Best viewed without Internet Explorer, in x resolution or higher. Some bands use EPs for unspeakable experiments and confront the listener with "freaky" stuff. Other groups just want to make money by releasing an EP with a well-known studio song, its demo version and a live version that was recorded in the middle of nowhere and, of course, overdubbed in the studio.
The greatest and most mendacious idiots call themselves "fan-friendly" and add an inaudible outtake as a so-called "bonus". Desaster are different. They are not stingy with new compositions and, what is Lucky Lisp - Morrissey - Bona Drag, these songs are excellently done. Four tunes are brand new, if one takes the outro into account - but more about that later.
First of all I would like to emphasize Indo - Various - Saint Heron solid production after the sound catastrophe of the debut.
This time there is nothing to grumble. The visual appearance fits, too. The fantastic cover motif is flanked by tastefully full colour pictures of castle ruins. Thus, this digipack impresses with its love of detail. Returning to the songs I Sublime Wizardry - Sublime Intervention to start with "Sacrilege". I know, it sounds like an empty phrase, but this compact and tight outbreak of aggression will break your neck.
The merciless riffs, the memorable chorus, the way this piece comes quickly to the point - everything matches exactly. Those of us who find their fulfillment in songs of greater complexity might prefer the opening title track.
Indeed, a comprehensible choice, because "Stormbringer" successfully combines harsh up-tempo parts with some quiet notes. I particularly appreciate the dynamic double bass drum that leaves its imprint. As shown in their booklet, Desaster call the music on this output "traditional black metal", but I think it still has a large proportion of thrash. This is proven by Kapitán - Various - Starci A Klarinety tradition-conscious choice of the Kreator cover "Tormentor" which sounds great without being really essential.
And additionally, there are the typical medieval elements again, even if only shown in the atmospheric outro. Therefore, the bottom line is that these defenders of the metal faith have stayed right on track - and this is good to know. The Stormbringer E. It is notable in that it features a full line-up, eliminating the need for a session drummer.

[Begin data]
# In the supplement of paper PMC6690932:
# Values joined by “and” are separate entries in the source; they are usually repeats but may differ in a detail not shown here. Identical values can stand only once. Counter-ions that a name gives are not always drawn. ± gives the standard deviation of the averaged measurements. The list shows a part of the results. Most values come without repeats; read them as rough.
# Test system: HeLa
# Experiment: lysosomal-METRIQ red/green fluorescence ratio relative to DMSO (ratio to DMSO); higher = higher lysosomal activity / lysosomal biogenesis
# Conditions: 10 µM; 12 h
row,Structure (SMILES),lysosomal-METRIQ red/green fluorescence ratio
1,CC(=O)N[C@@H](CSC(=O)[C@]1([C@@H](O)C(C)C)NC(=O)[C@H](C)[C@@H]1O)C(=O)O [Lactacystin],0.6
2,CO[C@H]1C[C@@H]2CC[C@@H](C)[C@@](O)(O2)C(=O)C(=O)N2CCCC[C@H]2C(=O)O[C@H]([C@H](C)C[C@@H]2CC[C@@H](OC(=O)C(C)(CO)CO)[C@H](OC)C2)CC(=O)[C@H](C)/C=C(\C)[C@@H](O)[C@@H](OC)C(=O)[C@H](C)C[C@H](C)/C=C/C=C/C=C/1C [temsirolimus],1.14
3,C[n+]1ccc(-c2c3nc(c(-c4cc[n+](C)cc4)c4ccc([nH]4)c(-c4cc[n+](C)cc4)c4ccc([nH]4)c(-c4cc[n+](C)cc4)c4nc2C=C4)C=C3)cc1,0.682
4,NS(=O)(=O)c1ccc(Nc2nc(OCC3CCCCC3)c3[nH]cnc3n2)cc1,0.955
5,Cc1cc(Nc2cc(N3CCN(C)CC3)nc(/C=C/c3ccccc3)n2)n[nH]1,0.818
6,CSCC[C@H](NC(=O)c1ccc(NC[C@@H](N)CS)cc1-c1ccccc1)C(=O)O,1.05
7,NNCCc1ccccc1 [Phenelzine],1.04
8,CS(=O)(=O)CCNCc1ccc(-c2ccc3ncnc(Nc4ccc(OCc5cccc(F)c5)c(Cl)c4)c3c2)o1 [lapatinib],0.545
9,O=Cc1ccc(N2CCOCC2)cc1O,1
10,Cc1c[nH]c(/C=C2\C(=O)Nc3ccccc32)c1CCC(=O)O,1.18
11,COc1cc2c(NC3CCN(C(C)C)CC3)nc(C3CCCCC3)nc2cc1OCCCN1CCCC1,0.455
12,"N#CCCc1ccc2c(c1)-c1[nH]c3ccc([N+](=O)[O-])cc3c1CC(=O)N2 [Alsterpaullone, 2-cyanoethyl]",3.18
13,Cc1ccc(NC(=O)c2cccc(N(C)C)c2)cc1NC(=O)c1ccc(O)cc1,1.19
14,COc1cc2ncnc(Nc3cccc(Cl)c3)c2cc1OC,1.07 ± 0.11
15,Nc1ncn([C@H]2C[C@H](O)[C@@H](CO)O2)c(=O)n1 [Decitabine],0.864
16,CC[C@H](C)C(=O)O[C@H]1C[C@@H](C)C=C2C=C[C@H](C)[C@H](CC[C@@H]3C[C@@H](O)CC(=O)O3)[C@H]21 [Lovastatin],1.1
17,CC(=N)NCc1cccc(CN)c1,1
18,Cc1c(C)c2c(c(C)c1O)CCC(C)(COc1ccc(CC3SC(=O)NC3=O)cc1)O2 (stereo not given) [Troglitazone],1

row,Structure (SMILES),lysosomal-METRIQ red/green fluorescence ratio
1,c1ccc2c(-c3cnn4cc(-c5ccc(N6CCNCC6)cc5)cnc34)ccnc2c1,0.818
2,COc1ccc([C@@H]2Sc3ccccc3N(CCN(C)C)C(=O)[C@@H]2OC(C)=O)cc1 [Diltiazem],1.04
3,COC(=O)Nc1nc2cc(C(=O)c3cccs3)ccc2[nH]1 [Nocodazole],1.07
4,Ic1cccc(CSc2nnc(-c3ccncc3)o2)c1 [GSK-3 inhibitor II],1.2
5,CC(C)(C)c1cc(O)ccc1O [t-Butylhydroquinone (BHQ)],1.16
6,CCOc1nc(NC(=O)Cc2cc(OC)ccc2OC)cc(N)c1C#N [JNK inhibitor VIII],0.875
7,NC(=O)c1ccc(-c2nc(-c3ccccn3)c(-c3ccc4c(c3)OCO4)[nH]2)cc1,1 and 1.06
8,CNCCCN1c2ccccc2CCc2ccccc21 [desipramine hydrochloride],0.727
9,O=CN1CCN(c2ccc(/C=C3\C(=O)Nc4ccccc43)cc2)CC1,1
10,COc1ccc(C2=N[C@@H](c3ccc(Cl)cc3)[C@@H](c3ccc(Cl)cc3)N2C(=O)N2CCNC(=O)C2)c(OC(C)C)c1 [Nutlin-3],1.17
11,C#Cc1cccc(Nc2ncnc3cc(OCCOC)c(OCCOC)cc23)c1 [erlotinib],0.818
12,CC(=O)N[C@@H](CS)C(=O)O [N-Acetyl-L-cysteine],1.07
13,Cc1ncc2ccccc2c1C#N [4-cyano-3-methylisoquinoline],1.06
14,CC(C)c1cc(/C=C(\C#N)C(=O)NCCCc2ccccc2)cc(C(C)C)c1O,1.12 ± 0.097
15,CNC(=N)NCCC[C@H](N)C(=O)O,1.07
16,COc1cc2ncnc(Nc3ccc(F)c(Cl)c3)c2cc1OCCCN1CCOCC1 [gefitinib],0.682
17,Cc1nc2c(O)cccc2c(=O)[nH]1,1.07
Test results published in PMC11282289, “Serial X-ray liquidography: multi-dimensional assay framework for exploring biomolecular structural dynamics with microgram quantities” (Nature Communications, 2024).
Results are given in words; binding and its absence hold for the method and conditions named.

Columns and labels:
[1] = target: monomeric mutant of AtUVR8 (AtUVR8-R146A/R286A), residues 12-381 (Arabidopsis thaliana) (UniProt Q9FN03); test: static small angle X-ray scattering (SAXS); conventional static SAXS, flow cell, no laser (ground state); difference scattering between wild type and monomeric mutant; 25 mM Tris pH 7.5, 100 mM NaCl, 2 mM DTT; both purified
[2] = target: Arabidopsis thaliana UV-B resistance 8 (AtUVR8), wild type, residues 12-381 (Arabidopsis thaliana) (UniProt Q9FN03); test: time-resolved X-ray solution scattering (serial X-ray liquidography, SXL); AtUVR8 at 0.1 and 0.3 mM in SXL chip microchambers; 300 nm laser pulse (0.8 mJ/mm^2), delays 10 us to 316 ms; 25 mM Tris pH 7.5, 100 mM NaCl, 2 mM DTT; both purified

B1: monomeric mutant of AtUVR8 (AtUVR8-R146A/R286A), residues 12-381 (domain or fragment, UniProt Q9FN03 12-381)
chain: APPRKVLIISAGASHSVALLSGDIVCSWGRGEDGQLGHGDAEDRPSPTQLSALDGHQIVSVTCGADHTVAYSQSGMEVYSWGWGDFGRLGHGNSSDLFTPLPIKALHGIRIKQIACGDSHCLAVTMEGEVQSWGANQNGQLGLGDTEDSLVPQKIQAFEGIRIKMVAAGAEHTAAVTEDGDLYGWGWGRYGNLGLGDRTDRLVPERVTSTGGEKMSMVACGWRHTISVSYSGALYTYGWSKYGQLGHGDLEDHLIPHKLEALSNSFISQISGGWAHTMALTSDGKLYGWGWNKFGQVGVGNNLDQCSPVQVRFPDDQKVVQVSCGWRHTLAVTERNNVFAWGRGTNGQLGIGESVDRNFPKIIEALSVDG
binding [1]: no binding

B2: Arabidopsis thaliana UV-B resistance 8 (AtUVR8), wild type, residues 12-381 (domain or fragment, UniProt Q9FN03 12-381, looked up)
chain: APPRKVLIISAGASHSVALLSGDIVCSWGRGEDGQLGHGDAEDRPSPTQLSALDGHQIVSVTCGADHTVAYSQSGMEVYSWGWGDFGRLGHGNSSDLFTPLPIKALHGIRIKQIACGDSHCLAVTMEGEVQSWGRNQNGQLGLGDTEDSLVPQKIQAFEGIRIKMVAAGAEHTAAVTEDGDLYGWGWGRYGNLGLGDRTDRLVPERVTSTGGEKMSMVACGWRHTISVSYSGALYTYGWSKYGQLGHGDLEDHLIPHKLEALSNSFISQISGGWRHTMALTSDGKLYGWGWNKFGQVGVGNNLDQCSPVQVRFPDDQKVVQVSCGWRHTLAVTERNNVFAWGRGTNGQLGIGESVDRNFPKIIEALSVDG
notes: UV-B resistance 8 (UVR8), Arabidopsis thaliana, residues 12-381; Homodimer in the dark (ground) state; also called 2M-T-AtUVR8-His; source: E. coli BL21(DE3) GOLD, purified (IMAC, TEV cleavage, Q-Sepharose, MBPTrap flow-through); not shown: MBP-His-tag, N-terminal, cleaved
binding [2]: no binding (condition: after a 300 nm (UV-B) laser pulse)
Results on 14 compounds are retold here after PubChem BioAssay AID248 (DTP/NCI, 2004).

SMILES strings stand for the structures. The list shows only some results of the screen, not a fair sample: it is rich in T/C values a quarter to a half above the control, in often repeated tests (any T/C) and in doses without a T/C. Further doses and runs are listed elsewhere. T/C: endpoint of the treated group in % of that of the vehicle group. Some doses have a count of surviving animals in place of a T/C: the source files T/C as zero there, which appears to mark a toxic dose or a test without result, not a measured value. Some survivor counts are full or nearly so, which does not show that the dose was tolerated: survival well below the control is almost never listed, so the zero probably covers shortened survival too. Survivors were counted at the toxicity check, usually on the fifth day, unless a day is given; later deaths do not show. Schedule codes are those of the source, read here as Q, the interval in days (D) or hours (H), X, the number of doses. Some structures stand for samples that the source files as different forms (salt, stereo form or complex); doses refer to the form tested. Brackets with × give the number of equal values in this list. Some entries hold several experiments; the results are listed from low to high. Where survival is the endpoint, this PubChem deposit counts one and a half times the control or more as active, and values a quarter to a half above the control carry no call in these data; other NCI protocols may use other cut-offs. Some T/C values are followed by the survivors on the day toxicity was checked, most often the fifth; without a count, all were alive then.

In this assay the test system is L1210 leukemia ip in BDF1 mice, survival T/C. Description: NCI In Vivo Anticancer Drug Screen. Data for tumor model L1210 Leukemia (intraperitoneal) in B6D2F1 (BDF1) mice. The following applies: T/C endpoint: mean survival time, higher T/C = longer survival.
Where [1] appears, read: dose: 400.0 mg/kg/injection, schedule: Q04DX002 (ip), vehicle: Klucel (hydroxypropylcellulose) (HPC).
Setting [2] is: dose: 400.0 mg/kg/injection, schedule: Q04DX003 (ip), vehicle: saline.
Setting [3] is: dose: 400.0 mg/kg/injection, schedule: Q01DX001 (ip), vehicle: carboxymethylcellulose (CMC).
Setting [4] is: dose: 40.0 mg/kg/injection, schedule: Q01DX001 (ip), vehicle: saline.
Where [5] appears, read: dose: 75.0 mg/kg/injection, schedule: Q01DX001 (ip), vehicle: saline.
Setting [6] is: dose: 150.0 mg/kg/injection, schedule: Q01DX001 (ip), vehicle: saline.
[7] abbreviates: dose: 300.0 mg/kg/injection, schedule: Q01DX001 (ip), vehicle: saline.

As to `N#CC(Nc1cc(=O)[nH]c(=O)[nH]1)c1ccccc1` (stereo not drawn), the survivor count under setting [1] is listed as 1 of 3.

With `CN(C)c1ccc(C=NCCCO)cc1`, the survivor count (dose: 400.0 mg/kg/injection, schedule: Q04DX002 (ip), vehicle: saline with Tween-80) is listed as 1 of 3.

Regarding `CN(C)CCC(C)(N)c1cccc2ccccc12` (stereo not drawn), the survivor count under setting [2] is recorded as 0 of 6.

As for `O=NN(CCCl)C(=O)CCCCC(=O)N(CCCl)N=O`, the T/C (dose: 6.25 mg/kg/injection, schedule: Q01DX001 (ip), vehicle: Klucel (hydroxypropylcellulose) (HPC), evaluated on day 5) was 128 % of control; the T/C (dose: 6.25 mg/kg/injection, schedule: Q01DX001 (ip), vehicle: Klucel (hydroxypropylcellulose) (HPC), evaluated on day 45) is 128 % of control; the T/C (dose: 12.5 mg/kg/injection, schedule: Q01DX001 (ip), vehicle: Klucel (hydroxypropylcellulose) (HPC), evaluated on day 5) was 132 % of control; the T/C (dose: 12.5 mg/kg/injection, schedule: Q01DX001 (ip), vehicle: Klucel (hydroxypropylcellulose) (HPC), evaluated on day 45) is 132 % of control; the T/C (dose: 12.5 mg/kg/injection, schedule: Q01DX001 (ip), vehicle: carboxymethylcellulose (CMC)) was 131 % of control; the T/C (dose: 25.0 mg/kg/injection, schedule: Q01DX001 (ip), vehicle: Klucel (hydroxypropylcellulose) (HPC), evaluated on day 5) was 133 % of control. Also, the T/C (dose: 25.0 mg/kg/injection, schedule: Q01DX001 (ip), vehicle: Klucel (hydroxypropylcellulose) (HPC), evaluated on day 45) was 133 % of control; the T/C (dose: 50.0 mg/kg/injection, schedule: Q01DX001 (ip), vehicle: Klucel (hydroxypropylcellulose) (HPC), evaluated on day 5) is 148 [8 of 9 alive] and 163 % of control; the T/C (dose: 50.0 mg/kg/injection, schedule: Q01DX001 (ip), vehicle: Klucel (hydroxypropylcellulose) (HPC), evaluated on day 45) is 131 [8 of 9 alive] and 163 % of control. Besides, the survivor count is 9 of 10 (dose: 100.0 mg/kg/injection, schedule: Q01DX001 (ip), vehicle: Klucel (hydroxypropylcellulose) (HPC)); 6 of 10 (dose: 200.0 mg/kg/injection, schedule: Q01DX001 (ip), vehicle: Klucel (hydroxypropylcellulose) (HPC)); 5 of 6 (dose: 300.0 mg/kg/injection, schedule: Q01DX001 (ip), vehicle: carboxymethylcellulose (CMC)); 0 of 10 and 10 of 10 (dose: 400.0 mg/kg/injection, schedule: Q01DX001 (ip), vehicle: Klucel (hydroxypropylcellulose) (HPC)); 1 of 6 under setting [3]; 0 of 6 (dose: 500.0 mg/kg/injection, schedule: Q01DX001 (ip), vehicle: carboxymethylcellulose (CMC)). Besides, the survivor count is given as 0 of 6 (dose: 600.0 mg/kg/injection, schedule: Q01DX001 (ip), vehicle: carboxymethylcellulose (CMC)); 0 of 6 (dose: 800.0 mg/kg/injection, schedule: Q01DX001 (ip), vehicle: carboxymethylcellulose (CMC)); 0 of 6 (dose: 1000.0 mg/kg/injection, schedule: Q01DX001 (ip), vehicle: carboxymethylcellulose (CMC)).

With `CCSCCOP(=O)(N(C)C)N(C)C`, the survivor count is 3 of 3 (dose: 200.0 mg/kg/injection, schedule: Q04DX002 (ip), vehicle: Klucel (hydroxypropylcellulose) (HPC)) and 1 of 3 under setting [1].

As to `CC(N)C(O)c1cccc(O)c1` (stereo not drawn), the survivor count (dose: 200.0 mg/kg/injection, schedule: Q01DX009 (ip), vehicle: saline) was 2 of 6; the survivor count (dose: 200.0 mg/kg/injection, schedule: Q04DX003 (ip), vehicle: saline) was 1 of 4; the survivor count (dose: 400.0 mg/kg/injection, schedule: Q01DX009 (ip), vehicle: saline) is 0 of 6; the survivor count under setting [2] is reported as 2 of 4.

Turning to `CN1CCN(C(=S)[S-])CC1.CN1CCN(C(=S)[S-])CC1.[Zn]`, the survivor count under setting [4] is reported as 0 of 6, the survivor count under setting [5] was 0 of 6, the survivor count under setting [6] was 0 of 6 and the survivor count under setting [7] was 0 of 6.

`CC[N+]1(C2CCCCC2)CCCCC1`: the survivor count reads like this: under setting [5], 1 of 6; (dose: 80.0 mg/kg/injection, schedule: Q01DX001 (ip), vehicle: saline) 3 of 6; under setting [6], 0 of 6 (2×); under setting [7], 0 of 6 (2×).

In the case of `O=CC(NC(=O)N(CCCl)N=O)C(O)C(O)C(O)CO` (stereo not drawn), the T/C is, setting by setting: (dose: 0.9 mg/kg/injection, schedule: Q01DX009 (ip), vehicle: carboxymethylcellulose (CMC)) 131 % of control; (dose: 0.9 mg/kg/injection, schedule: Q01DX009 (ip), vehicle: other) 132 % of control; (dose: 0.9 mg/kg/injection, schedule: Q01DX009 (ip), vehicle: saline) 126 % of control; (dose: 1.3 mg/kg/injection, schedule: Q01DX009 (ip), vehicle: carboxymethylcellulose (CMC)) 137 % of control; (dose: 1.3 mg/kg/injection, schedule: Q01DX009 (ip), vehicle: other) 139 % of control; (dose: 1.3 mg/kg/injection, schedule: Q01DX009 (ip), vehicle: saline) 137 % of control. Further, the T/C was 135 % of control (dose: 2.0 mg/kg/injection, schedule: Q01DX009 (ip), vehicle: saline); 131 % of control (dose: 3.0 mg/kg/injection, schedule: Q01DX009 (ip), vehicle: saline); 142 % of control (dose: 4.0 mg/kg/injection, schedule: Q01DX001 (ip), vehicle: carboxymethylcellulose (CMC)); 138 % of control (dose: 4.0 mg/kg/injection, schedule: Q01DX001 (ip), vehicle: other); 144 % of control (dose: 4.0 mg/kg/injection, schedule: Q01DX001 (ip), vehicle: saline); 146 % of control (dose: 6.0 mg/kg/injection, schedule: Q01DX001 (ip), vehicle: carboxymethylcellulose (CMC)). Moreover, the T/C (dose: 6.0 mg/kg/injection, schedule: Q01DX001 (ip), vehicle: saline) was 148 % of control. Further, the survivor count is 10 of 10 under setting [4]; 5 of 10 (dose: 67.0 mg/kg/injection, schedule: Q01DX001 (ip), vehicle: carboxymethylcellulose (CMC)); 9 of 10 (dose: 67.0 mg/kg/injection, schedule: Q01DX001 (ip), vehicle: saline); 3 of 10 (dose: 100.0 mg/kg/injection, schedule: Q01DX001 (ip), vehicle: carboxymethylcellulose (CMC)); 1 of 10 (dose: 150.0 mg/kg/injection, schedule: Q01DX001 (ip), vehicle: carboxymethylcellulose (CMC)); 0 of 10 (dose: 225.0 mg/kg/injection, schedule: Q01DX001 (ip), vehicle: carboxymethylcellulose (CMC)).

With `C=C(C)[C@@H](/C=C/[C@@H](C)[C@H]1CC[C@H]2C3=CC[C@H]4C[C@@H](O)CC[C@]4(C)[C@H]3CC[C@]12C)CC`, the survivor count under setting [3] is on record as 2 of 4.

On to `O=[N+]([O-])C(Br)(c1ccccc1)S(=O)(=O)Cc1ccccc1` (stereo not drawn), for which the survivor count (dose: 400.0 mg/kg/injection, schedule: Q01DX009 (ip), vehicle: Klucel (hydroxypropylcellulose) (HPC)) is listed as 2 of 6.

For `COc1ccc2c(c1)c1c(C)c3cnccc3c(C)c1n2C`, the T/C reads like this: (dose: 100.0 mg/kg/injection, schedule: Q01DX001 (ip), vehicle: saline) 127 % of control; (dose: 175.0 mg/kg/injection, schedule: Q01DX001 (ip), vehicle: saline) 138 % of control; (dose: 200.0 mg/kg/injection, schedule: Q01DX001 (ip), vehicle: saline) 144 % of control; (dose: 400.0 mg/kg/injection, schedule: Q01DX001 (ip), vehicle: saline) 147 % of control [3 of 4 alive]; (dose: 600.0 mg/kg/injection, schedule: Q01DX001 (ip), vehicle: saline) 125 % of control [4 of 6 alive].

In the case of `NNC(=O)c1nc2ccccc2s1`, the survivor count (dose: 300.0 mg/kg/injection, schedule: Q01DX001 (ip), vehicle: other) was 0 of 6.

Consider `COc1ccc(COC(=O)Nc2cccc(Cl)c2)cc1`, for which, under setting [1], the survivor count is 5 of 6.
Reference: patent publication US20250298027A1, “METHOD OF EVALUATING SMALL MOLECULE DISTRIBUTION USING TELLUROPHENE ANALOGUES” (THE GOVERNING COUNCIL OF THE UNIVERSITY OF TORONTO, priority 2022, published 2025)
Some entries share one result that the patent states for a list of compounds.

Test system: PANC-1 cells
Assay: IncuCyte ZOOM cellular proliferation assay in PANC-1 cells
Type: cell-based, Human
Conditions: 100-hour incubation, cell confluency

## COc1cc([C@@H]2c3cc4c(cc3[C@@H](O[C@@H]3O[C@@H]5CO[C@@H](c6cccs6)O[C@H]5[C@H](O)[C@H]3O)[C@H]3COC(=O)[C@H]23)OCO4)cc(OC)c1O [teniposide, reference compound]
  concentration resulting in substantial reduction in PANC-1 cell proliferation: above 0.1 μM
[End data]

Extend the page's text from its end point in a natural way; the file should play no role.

The music is a little more straightforward than on their debut album, though keeping in the same vein. The song features tremolo riffs and blasting drums alternating with sections that possess more of a Speed Metal feel, somewhat due to the overall rhythm and songwriting approach. Okkulto's voice is as raw as ever, seeming quite unrestrained and filled with hatred.
The atmosphere takes on a more epic tone, near the middle, with the introduction of a new melody. This track sounds as if it could have been a holdover from the previous album, as it would have fit in perfectly.
As the song comes to an Sacrilege - Desaster - Stormbringerthe intense riffs give way to a calm acoustic piece. The next song still maintains some of the same feeling. There is a nice old school guitar solo, later on, that adds a lot to the song. This is another example of why solos should not be abandoned. This track is shorter and more direct than the previous one, and is a good representation of this release as a whole. In fact, this sounds as if it could have come out a decade earlier, between the songwriting and the ugly production.
It is clear enough to hear what is going on, but does not sound modern at all. This is followed by "Face of Darkness", which almost sounds similar to early Bethlehem or Paragon Belial, in the opening moments. As soon as the tremolo riffs transition to the more Sodom-inspired Thrash, this sense is completely lost.
There are slower parts that help add a bit of darkness to the atmosphere, but this does not last long. Sacrilege - Desaster - Stormbringer most unique thing about this track is the lengthy ending, which hearkens back to the old days, with the multiple false finishes.
Their tribute to the past continues with a filthy rendition of Kreator's "Tormentor", a favourite for many fans. The primitive and barbaric vibe of the original is maintained, as they opted to remain loyal to the version that appeared on Endless Pain. One can hardly tell that it is a different band, other than the vocals. The final song is "Emerging Castleland", which is an instrumental that is Sacrilege - Desaster - Stormbringer line with the material from the first full-length, possessing a sort of medieval feeling and serves as a nice way to wrap up this release.
Though the rhythm seems to be more upbeat, the actual feeling of the song is kind of dismal. Stormbringer is not essential, though the title track ensures that it is not so easily dismissed, either.
Otherwise, there is not much here that can not be found on the albums that precede and follow. Its strongest appeal may be for those who prefer the original vocalist, or Sacrilege - Desaster - Stormbringer for the Sacrilege - Desaster - Stormbringer that it is a decent slab of Teutonic Metal that upholds the old style.
For anyone into the older albums from the likes of Kreator, Sodom and Destruction or even newer bands like Aura Noir and Nifelheimthis will not disappoint. Metal Archives loading Username Password Login. Bands alphabetical country genre Labels alphabetical country Reviews R.
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